Every small grower likes to find ways to reduce costs and cut out the middle man but Adam Navidi of Future Foods Farms and Green to Go has turned organic growing and serving his clientele into a planet friendly fine art. He grows a wide range of organic produce through the aquaponic systems on his farm. The produce is then sold at his restaurant. The restaurant scraps in turn are used to feed the fish on his farm. This sustainable circuit of good is developed from a combination of creative thinking, hard work and a passion for good food.
“As a chef that owns a catering company and a restaurant, I wanted to be able to provide my clients with the best produce possible. For a chef there is no better way for being in tune with your food than to grow it yourself,” explains Navidi. Future Foods Farms, the largest aquaponic farm in Southern California, sits on 25 acres of open country and began in earnest back in 2008. Comprised of ten large greenhouses, Future Foods Farms is home to a varied assortment of fruit and vegetables not to mention hundreds of tilapia fish. Vegetarian fish fed on California organic brown rice no less.
Kick the commodities to the curb – that is the summer dare and promise of NOGMO, the Northeast Organic Grain and Malt Offering. Andrea Stanley organized the CSA to put regional grain products on people’s radar.
“I feel the locavore movement is so geared toward vegetables and fruits and not so much towards major staples of our diets like grains,” said Stanley, cofounder of Valley Malt in Hadley, Massachusetts. The CSA will show that flour, popcorn and of course, malt, have local roots, too.
Andrea and her husband, Christian Stanley established the first malthouse in the Northeast in nearly a century. There is no school for small scale malting, and no standard equipment to purchase, either. They scouted information on the process, and built their first one-ton malting system. Another very important thing they’ve built is relationships with farmers as they sought grain to malt. These relationships are the core ingredient of the CSA.
CSA’s have taken the leap into the 21st century. Community Supported Agriculture has for years been the refuge of the urban food-conscious looking for reliable, locally-sourced whole food. But small-scale operations can’t always reach a critical mass and some people can’t always take advantage of Farmers Markets. Enter Azoti.
Developed by tech entrepreneur David Ranallo, Azoti provides the internet platform that efficiently connects local farmers with local companies – and all of their employees – for quick distribution of fresh, sustainably-raised food, to a populace hungry for healthier choices.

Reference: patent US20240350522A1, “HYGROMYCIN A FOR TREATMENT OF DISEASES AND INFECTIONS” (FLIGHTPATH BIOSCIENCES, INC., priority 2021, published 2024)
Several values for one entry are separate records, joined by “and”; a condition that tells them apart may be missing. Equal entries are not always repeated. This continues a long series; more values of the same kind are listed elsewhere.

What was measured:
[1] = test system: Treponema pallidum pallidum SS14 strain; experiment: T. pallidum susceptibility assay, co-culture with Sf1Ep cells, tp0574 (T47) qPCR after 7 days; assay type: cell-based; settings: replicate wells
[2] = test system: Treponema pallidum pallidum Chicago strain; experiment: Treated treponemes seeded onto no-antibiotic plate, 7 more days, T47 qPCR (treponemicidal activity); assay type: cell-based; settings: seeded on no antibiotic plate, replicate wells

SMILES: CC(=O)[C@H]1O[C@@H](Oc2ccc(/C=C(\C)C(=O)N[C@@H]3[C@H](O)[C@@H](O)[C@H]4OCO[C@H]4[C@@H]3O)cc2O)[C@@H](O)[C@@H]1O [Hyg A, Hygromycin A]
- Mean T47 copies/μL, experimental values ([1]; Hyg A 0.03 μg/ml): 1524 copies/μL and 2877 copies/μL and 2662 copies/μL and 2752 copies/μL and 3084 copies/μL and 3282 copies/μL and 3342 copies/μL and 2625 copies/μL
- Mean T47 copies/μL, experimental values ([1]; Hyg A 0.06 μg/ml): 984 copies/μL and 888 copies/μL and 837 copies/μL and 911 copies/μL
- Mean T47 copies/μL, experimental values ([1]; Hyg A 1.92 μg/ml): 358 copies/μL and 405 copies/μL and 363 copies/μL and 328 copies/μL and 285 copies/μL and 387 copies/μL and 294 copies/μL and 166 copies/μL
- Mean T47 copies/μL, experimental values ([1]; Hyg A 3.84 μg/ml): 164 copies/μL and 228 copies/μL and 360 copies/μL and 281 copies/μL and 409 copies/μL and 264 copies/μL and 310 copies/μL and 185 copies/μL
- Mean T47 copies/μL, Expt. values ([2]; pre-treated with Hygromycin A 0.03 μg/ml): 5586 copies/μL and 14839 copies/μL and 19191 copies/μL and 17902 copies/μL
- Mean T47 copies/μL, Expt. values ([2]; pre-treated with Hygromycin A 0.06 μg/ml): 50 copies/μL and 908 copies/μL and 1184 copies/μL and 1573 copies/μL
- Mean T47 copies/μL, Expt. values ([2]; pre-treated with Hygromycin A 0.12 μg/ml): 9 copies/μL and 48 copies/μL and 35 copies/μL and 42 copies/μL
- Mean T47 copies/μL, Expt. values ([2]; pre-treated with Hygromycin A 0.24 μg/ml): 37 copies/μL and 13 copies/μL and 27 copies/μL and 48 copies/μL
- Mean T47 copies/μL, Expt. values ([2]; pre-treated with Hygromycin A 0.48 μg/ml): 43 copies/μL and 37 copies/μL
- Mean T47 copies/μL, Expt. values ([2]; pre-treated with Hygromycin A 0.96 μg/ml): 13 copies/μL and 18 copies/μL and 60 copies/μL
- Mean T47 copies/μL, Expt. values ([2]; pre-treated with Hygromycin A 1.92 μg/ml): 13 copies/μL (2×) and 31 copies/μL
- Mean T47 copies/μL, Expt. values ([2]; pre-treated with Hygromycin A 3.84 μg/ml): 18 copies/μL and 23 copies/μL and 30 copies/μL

“We need to de-commoditize food,” Ranallo said. “Azoti can help farmers with marketing, manage wellness programs for employers and fill orders for customers all at once. And when we can help farmers forecast demand, we’ll see cheaper Farmers Market-quality food.”
“Our idea is that sustainable is renewable and so we’re in the solar business because basically the ranch is a big solar panel that we use to harvest sunshine and turn into grass that we turn into beef. We also want to make farming attractive to the next generation because if the next generation isn’t attracted to it then it isn’t sustainable.”-Keith Lankister, Bar Double L Beef
Wendi Lankister met her husband Keith while studying ranch management in college. Keith Lankister was studying to be a farrier. The couple found they shared a desire to start their own sustainable cattle ranch. After twelve years of working on ranches around the west gaining valuable insight into the processes of raising livestock, the Lankisters settled just outside Glenrock, Wyoming with their three daughters. Today, the Bar Double L Beef ranch is a profitable adventure in homeschooling, healthy living and grass fed certified organic cattle.
When landscape architect Lisa Jaroch decided to leave her job designing parks and greenways at Hamilton Anderson, a prestigious Detroit architecture firm, she was ready to move in an entirely new direction.
A hands-on landscape designer, she had always possessed a green thumb and a passion for sustainability – interests that led her to pursue a new life as an organic farmer.
“This is my encore career,” she says. “It brings everything together for me.”
Jaroch left her job in 2011 to pursue certification through Michigan State University’s 9-month Organic Farmer Training Program (OFTP) program at the Student Organic Farm. The 10-acre farm doubles as a hands-on learning laboratory and a local food producer, offering a 48-week CSA, a 7-month campus farm stand, and supplies MSU dining halls with fresh produce.
Like many neighborhoods in Detroit, Boston-Edison, once home to Henry Ford, has seen better days. Abandoned, burned out structures are interspersed with vacant lots. Although an intact historic district survives, much of the neighborhood suffers from the post-industrial poverty and neglect that plagues much of rest of the city.